Qualcomm CEO sees end of chip shortage by mid-2022

Qualcomm CEO sees end of chip shortage by mid-2022

Chipmaker Qualcomm pushes XR development with specialized chips and reference models. When will the chip crisis end – and what comes after the smartphone?

Among other things, Qualcomm contributes the processor in Meta Quest 2, is developing a special chip for future AR glasses with Microsoft, founded an XR investment initiative in China together with Samsung, and is working with Niantic on a reference AR glasses. The US chip company employs around 50000 people worldwide.

Qualcomm expects chip normalization to begin in mid-2022

Since the onset of the Corona pandemic, large parts of the economy have been affected by supply shortages – most notably in computer chips. Qualcomm CEO Cristiano Amon confirms in the current Decoder Podcast that he expects a significant easing of the supply situation, at least at his own company, by mid-2022.

“We have a very balanced supply and demand equation as we get to summer of 2022. I know the other companies are probably talking about 2023 and beyond,” Amon says.

He describes the situation overall as “one of the biggest supply chain crises in the chip industry,” but it is not solely due to the Corona pandemic: “The percentage of digital in the economy is significantly higher. Virtually everything that’s being built now requires chips.”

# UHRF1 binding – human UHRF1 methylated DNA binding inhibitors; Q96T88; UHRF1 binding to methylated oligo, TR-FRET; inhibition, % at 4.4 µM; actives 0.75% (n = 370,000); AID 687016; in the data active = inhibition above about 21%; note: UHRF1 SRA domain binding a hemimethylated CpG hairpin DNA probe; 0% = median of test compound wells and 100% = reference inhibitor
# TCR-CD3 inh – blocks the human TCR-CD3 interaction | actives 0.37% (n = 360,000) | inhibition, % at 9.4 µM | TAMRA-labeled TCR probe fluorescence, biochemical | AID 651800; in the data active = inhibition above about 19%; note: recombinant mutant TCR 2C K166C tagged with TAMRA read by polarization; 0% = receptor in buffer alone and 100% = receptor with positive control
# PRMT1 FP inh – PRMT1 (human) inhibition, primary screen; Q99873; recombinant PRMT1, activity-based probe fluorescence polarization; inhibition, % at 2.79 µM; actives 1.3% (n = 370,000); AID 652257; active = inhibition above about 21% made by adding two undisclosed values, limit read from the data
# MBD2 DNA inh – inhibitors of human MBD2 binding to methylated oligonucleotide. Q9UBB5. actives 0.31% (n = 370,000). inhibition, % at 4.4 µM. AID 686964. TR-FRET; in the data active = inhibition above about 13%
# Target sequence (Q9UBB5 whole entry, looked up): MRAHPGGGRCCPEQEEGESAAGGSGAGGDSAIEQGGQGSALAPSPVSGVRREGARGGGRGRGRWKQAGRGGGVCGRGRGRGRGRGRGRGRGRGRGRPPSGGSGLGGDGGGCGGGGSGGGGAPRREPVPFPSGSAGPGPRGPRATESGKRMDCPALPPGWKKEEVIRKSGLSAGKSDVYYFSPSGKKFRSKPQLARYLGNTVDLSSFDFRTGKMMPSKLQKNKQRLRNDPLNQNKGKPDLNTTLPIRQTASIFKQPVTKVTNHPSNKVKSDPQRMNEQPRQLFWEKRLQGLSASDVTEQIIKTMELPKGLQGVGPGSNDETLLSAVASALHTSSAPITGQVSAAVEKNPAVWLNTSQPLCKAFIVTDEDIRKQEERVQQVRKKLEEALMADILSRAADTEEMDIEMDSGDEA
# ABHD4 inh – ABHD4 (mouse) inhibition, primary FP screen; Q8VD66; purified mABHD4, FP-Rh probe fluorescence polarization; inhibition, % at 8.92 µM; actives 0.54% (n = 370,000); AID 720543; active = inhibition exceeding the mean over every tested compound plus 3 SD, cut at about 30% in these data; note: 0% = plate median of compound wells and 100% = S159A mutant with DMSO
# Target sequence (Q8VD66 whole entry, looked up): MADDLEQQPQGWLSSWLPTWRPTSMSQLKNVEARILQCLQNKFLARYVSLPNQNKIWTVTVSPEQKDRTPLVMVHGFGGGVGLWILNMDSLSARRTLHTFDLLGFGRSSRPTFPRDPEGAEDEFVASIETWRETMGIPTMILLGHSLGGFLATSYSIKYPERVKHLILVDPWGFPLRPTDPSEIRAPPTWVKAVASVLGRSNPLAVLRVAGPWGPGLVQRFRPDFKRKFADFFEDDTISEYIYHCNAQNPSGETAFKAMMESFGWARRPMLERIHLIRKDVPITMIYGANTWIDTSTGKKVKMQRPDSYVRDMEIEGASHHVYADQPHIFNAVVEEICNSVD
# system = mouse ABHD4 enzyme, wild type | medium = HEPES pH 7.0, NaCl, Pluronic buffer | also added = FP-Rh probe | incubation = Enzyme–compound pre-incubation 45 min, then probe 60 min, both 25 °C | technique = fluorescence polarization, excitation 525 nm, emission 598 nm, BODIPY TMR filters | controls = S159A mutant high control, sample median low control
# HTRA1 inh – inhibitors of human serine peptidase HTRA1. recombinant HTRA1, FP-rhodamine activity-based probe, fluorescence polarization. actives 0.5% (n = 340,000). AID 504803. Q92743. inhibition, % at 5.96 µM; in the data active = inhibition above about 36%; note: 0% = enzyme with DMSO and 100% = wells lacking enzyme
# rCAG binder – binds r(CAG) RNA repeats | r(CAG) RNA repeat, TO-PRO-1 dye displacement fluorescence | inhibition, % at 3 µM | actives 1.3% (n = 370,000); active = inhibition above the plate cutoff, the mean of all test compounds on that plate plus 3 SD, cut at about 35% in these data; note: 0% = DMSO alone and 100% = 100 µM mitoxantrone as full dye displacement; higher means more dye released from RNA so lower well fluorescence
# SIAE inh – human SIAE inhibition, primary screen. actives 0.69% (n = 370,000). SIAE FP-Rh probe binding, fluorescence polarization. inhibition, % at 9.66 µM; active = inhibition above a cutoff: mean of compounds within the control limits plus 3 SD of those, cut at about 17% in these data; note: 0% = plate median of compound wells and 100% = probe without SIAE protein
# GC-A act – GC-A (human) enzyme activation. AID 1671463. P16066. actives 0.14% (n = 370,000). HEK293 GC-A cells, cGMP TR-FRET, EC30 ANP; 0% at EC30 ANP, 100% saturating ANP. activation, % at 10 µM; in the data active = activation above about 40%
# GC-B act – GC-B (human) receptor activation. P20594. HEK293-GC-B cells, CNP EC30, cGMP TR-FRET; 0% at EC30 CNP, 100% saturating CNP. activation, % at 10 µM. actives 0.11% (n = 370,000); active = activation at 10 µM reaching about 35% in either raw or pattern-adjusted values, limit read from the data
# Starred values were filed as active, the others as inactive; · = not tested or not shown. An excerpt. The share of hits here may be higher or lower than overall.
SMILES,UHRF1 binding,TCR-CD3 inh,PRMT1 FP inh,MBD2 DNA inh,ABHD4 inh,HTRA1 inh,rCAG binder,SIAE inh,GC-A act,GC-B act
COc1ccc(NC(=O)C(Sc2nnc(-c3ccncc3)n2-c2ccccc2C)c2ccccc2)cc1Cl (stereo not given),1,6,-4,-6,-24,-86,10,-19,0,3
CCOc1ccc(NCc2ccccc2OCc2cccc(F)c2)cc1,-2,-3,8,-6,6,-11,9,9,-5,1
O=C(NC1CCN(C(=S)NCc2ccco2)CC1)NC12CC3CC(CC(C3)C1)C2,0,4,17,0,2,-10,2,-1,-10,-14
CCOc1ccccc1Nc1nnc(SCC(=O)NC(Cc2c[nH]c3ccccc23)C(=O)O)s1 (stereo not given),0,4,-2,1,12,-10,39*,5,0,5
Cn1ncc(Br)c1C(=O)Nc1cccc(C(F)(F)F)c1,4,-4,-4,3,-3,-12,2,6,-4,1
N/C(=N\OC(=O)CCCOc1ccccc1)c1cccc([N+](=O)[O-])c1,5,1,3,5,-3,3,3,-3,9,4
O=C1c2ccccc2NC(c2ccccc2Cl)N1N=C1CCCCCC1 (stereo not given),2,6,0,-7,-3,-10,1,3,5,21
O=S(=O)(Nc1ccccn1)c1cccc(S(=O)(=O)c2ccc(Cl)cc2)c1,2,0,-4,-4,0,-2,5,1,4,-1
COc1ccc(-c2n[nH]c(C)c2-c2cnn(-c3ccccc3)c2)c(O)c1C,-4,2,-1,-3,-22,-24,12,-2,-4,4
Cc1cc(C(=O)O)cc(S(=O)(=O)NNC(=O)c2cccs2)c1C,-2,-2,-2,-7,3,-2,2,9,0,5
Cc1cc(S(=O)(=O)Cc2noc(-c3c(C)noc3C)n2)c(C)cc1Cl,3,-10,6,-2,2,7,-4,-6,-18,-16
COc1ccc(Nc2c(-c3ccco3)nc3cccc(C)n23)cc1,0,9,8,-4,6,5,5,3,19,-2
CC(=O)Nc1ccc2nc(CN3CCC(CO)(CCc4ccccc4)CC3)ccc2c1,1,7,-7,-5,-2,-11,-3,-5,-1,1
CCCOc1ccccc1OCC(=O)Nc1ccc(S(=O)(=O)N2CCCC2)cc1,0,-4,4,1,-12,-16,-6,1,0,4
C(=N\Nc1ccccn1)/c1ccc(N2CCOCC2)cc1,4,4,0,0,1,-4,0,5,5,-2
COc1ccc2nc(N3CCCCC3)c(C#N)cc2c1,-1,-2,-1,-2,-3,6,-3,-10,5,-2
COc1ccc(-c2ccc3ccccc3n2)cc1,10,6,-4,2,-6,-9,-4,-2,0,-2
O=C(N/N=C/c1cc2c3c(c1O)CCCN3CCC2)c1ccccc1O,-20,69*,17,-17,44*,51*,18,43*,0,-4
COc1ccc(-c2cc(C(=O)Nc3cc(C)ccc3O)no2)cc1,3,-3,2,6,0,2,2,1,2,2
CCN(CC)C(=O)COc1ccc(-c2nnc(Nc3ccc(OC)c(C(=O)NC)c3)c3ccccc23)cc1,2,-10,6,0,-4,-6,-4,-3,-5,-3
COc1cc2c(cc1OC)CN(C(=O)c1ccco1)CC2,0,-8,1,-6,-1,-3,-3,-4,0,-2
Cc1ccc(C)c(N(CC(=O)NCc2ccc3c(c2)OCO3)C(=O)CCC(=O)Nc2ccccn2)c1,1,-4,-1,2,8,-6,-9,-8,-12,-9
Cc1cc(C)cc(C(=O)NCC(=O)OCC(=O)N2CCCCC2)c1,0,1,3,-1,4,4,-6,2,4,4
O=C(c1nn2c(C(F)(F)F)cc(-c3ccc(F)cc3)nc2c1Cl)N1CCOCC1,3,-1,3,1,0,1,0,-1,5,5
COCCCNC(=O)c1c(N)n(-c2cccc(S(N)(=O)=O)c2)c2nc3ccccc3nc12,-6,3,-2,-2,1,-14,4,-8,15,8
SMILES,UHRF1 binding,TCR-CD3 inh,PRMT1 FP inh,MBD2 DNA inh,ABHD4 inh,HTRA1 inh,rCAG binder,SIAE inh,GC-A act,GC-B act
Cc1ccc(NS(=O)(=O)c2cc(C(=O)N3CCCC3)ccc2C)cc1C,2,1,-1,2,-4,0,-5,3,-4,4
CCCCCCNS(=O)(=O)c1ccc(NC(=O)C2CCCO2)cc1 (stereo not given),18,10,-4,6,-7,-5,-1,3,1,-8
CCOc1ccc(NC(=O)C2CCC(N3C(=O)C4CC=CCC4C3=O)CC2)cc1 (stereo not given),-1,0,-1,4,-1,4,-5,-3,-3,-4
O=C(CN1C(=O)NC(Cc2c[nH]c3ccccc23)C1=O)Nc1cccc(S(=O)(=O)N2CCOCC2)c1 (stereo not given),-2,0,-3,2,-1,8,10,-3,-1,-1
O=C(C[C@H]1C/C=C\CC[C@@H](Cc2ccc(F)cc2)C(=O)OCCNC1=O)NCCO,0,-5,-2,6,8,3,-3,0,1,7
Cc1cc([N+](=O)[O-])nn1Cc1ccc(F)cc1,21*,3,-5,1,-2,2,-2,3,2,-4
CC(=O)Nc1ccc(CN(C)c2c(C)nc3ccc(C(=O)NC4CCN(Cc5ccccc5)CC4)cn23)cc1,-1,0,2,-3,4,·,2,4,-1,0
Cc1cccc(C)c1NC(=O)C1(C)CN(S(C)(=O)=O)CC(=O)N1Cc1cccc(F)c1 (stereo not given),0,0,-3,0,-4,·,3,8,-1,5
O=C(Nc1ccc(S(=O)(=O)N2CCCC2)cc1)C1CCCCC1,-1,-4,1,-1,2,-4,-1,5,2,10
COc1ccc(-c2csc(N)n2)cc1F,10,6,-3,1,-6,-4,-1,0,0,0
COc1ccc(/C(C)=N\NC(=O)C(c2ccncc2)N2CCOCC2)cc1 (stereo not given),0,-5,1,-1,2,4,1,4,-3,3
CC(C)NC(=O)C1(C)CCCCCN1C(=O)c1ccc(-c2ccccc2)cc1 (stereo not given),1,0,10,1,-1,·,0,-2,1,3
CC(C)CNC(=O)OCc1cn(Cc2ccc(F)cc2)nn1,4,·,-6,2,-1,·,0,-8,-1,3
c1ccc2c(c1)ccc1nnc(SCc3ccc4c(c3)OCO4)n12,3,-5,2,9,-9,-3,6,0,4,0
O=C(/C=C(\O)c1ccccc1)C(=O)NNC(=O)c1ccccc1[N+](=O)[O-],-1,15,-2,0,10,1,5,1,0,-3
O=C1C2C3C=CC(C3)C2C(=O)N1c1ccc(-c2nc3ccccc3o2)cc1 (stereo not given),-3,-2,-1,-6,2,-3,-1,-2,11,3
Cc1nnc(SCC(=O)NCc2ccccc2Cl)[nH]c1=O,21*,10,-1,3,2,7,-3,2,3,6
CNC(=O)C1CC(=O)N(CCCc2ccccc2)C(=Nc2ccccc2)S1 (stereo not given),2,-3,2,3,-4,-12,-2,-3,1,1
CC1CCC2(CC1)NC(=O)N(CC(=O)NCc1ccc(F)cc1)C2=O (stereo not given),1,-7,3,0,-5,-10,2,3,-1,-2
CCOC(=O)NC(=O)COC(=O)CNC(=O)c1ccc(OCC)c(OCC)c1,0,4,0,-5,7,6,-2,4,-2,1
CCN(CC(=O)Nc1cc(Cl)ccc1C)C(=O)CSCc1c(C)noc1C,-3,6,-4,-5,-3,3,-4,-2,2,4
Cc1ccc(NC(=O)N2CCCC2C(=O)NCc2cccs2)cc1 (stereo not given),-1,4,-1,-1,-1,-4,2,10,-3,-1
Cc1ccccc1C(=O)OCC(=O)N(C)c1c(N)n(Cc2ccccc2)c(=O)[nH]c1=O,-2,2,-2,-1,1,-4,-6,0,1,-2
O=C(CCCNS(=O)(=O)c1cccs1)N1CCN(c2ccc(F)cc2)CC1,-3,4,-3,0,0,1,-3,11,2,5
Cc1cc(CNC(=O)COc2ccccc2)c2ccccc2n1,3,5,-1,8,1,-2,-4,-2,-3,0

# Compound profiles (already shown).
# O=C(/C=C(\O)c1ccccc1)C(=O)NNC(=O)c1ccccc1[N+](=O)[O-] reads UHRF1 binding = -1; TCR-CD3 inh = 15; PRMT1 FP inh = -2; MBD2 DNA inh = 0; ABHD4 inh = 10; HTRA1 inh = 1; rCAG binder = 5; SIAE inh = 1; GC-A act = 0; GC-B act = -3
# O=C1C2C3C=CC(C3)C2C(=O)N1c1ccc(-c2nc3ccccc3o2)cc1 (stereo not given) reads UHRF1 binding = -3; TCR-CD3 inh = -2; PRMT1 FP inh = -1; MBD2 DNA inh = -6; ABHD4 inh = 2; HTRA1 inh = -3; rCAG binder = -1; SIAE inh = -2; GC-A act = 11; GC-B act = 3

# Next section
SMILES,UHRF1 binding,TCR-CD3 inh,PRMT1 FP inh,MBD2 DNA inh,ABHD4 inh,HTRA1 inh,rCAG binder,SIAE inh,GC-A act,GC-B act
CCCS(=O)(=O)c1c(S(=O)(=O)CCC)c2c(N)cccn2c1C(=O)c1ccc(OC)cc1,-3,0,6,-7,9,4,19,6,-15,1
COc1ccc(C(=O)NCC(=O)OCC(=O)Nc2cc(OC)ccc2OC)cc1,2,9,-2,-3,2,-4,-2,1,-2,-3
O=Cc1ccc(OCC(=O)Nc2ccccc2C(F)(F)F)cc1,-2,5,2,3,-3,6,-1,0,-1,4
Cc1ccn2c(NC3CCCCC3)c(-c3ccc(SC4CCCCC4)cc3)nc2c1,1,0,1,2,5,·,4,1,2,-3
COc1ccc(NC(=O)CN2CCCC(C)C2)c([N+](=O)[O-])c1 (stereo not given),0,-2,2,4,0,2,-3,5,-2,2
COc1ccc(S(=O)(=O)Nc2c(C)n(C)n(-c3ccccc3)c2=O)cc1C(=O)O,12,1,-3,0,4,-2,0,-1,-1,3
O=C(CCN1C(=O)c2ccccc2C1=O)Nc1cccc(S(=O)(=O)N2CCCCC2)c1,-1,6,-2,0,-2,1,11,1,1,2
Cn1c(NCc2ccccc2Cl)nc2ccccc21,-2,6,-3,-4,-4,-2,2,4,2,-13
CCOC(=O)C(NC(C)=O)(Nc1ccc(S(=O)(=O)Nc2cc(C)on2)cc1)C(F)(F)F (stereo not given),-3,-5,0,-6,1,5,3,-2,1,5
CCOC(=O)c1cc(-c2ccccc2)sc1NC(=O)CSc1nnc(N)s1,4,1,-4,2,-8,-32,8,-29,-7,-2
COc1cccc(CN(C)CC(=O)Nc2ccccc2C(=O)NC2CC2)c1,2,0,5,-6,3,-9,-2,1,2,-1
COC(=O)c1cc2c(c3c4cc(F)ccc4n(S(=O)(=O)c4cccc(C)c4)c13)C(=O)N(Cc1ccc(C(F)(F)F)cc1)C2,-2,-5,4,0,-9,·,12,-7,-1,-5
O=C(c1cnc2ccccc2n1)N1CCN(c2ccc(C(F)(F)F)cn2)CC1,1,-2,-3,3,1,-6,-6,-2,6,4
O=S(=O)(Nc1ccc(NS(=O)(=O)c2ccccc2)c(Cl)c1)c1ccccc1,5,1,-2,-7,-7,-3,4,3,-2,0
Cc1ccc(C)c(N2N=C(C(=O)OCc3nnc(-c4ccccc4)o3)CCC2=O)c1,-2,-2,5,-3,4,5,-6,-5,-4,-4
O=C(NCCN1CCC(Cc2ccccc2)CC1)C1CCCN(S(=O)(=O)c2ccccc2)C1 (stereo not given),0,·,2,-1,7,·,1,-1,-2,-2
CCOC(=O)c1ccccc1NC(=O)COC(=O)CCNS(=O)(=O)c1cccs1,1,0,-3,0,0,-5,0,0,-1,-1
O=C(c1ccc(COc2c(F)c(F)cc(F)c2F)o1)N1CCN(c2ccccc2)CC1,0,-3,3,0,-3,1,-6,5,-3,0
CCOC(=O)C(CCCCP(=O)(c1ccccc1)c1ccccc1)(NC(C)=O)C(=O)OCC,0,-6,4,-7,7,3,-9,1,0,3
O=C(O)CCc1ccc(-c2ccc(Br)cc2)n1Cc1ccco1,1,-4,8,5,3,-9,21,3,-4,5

Advanced standalone AR glasses in the next five years are “very realistic”

Amon also comments on the possible future of AR glasses. He trusts standalone tech glasses to become as important as the smartphone. He initially expects the technical development to be an extension and addition to smartphones.

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“As augmented reality becomes more pervasive, I can see that we are going to buy a set of glasses, which will be a companion for your phone for a while. That’s going to last for a long time until the glasses become standalone,” Anon says. “While you would argue that maybe humans won’t use a big helmet, they will use something like regular glasses. You can put cameras on it. You can render things.”

Amon sees telepresence or hologram telephony as a possible mainstream application for AR glasses. “You can have a hologram or a telepresence of somebody in front of you. You have sensors in the glasses that detect your face movements with artificial intelligence. You can render yourself to the other person without a camera looking at you,” Amon says. This could fundamentally change the way people communicate with each other, he adds.

However, Amon says the development of display technology needed for this scenario is lagging somewhat behind processors. “We see a roadmap to get that done. It’s fair to think that within the next four to five years, we’re going to have devices that will be doing exactly what we just discussed,” Amon says. He calls his assessment “very realistic.”

Sources: Decoder Podcast